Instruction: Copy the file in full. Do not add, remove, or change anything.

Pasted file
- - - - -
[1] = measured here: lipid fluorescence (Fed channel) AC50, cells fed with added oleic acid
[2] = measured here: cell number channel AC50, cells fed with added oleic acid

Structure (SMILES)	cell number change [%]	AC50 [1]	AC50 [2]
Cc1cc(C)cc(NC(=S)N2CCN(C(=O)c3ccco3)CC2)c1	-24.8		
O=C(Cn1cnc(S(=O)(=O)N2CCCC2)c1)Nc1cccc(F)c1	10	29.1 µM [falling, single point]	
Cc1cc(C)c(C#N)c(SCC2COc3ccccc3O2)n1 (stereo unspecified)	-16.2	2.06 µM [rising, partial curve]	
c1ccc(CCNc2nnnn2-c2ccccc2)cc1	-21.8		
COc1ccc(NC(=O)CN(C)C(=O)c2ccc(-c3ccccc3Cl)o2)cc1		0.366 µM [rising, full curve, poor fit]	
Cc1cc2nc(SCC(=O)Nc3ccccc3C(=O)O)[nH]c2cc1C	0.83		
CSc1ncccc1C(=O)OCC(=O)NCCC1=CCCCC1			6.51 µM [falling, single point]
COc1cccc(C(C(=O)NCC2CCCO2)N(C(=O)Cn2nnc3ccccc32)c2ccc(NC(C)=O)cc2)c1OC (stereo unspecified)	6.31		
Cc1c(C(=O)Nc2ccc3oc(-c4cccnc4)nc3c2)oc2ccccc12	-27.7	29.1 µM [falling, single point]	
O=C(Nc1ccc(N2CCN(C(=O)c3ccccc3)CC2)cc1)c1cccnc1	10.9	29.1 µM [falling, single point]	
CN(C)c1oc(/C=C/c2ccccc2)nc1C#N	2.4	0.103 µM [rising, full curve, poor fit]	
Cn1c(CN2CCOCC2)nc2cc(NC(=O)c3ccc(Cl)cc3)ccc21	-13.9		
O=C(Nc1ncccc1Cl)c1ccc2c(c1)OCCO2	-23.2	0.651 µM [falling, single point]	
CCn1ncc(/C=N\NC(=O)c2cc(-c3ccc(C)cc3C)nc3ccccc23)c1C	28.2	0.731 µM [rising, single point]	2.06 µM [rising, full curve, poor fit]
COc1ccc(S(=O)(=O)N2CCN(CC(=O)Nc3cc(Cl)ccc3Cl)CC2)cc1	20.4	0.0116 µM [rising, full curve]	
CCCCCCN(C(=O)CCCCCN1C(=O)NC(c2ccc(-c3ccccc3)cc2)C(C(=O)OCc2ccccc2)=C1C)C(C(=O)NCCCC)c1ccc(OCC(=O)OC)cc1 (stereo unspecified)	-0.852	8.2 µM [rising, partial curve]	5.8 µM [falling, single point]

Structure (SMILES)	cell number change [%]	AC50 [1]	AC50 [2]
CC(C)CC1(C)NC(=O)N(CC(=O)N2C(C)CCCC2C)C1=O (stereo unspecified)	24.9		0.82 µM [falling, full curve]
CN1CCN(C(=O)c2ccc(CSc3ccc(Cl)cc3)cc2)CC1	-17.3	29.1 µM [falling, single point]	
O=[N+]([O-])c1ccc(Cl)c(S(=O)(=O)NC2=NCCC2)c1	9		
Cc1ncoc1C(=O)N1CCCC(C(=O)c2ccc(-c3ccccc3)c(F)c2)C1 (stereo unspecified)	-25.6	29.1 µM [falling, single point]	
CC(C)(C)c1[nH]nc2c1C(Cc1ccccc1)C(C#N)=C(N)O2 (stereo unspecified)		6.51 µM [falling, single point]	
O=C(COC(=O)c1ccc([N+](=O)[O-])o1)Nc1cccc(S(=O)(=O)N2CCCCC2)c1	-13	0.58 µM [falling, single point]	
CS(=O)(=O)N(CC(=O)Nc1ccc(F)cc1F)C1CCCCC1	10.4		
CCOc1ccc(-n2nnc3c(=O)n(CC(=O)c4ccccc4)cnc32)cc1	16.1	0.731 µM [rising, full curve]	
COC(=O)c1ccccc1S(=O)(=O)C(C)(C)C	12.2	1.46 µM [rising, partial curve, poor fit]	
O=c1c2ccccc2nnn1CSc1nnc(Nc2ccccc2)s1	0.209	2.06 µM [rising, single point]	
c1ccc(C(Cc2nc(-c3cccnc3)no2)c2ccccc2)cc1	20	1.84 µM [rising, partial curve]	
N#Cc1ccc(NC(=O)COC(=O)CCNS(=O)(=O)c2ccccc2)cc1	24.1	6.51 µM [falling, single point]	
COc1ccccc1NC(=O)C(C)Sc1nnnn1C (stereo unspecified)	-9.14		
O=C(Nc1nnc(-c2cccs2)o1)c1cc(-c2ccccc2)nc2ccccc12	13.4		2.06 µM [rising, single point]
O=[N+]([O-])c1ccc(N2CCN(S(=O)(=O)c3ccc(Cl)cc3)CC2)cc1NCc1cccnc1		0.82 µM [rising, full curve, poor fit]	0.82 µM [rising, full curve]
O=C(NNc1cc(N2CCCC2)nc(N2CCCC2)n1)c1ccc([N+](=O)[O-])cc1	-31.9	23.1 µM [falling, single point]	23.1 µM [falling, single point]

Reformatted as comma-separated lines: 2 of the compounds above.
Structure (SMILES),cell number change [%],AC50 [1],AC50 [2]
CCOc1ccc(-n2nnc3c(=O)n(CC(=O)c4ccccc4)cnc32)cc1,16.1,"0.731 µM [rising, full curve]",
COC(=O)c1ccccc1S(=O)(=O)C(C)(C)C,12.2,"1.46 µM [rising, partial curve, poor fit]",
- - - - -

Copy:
[1] = measured here: lipid fluorescence (Fed channel) AC50, cells fed with added oleic acid
[2] = measured here: cell number channel AC50, cells fed with added oleic acid

Structure (SMILES)	cell number change [%]	AC50 [1]	AC50 [2]
Cc1cc(C)cc(NC(=S)N2CCN(C(=O)c3ccco3)CC2)c1	-24.8		
O=C(Cn1cnc(S(=O)(=O)N2CCCC2)c1)Nc1cccc(F)c1	10	29.1 µM [falling, single point]	
Cc1cc(C)c(C#N)c(SCC2COc3ccccc3O2)n1 (stereo unspecified)	-16.2	2.06 µM [rising, partial curve]	
c1ccc(CCNc2nnnn2-c2ccccc2)cc1	-21.8		
COc1ccc(NC(=O)CN(C)C(=O)c2ccc(-c3ccccc3Cl)o2)cc1		0.366 µM [rising, full curve, poor fit]	
Cc1cc2nc(SCC(=O)Nc3ccccc3C(=O)O)[nH]c2cc1C	0.83		
CSc1ncccc1C(=O)OCC(=O)NCCC1=CCCCC1			6.51 µM [falling, single point]
COc1cccc(C(C(=O)NCC2CCCO2)N(C(=O)Cn2nnc3ccccc32)c2ccc(NC(C)=O)cc2)c1OC (stereo unspecified)	6.31		
Cc1c(C(=O)Nc2ccc3oc(-c4cccnc4)nc3c2)oc2ccccc12	-27.7	29.1 µM [falling, single point]	
O=C(Nc1ccc(N2CCN(C(=O)c3ccccc3)CC2)cc1)c1cccnc1	10.9	29.1 µM [falling, single point]	
CN(C)c1oc(/C=C/c2ccccc2)nc1C#N	2.4	0.103 µM [rising, full curve, poor fit]	
Cn1c(CN2CCOCC2)nc2cc(NC(=O)c3ccc(Cl)cc3)ccc21	-13.9		
O=C(Nc1ncccc1Cl)c1ccc2c(c1)OCCO2	-23.2	0.651 µM [falling, single point]	
CCn1ncc(/C=N\NC(=O)c2cc(-c3ccc(C)cc3C)nc3ccccc23)c1C	28.2	0.731 µM [rising, single point]	2.06 µM [rising, full curve, poor fit]
COc1ccc(S(=O)(=O)N2CCN(CC(=O)Nc3cc(Cl)ccc3Cl)CC2)cc1	20.4	0.0116 µM [rising, full curve]	
CCCCCCN(C(=O)CCCCCN1C(=O)NC(c2ccc(-c3ccccc3)cc2)C(C(=O)OCc2ccccc2)=C1C)C(C(=O)NCCCC)c1ccc(OCC(=O)OC)cc1 (stereo unspecified)	-0.852	8.2 µM [rising, partial curve]	5.8 µM [falling, single point]

Structure (SMILES)	cell number change [%]	AC50 [1]	AC50 [2]
CC(C)CC1(C)NC(=O)N(CC(=O)N2C(C)CCCC2C)C1=O (stereo unspecified)	24.9		0.82 µM [falling, full curve]
CN1CCN(C(=O)c2ccc(CSc3ccc(Cl)cc3)cc2)CC1	-17.3	29.1 µM [falling, single point]	
O=[N+]([O-])c1ccc(Cl)c(S(=O)(=O)NC2=NCCC2)c1	9		
Cc1ncoc1C(=O)N1CCCC(C(=O)c2ccc(-c3ccccc3)c(F)c2)C1 (stereo unspecified)	-25.6	29.1 µM [falling, single point]	
CC(C)(C)c1[nH]nc2c1C(Cc1ccccc1)C(C#N)=C(N)O2 (stereo unspecified)		6.51 µM [falling, single point]	
O=C(COC(=O)c1ccc([N+](=O)[O-])o1)Nc1cccc(S(=O)(=O)N2CCCCC2)c1	-13	0.58 µM [falling, single point]	
CS(=O)(=O)N(CC(=O)Nc1ccc(F)cc1F)C1CCCCC1	10.4		
CCOc1ccc(-n2nnc3c(=O)n(CC(=O)c4ccccc4)cnc32)cc1	16.1	0.731 µM [rising, full curve]	
COC(=O)c1ccccc1S(=O)(=O)C(C)(C)C	12.2	1.46 µM [rising, partial curve, poor fit]	
O=c1c2ccccc2nnn1CSc1nnc(Nc2ccccc2)s1	0.209	2.06 µM [rising, single point]	
c1ccc(C(Cc2nc(-c3cccnc3)no2)c2ccccc2)cc1	20	1.84 µM [rising, partial curve]	
N#Cc1ccc(NC(=O)COC(=O)CCNS(=O)(=O)c2ccccc2)cc1	24.1	6.51 µM [falling, single point]	
COc1ccccc1NC(=O)C(C)Sc1nnnn1C (stereo unspecified)	-9.14		
O=C(Nc1nnc(-c2cccs2)o1)c1cc(-c2ccccc2)nc2ccccc12	13.4		2.06 µM [rising, single point]
O=[N+]([O-])c1ccc(N2CCN(S(=O)(=O)c3ccc(Cl)cc3)CC2)cc1NCc1cccnc1		0.82 µM [rising, full curve, poor fit]	0.82 µM [rising, full curve]
O=C(NNc1cc(N2CCCC2)nc(N2CCCC2)n1)c1ccc([N+](=O)[O-])cc1	-31.9	23.1 µM [falling, single point]	23.1 µM [falling, single point]

Reformatted as comma-separated lines: 2 of the compounds above.
Structure (SMILES),cell number change [%],AC50 [1],AC50 [2]
CCOc1ccc(-n2nnc3c(=O)n(CC(=O)c4ccccc4)cnc32)cc1,16.1,"0.731 µM [rising, full curve]",
COC(=O)c1ccccc1S(=O)(=O)C(C)(C)C,12.2,"1.46 µM [rising, partial curve, poor fit]",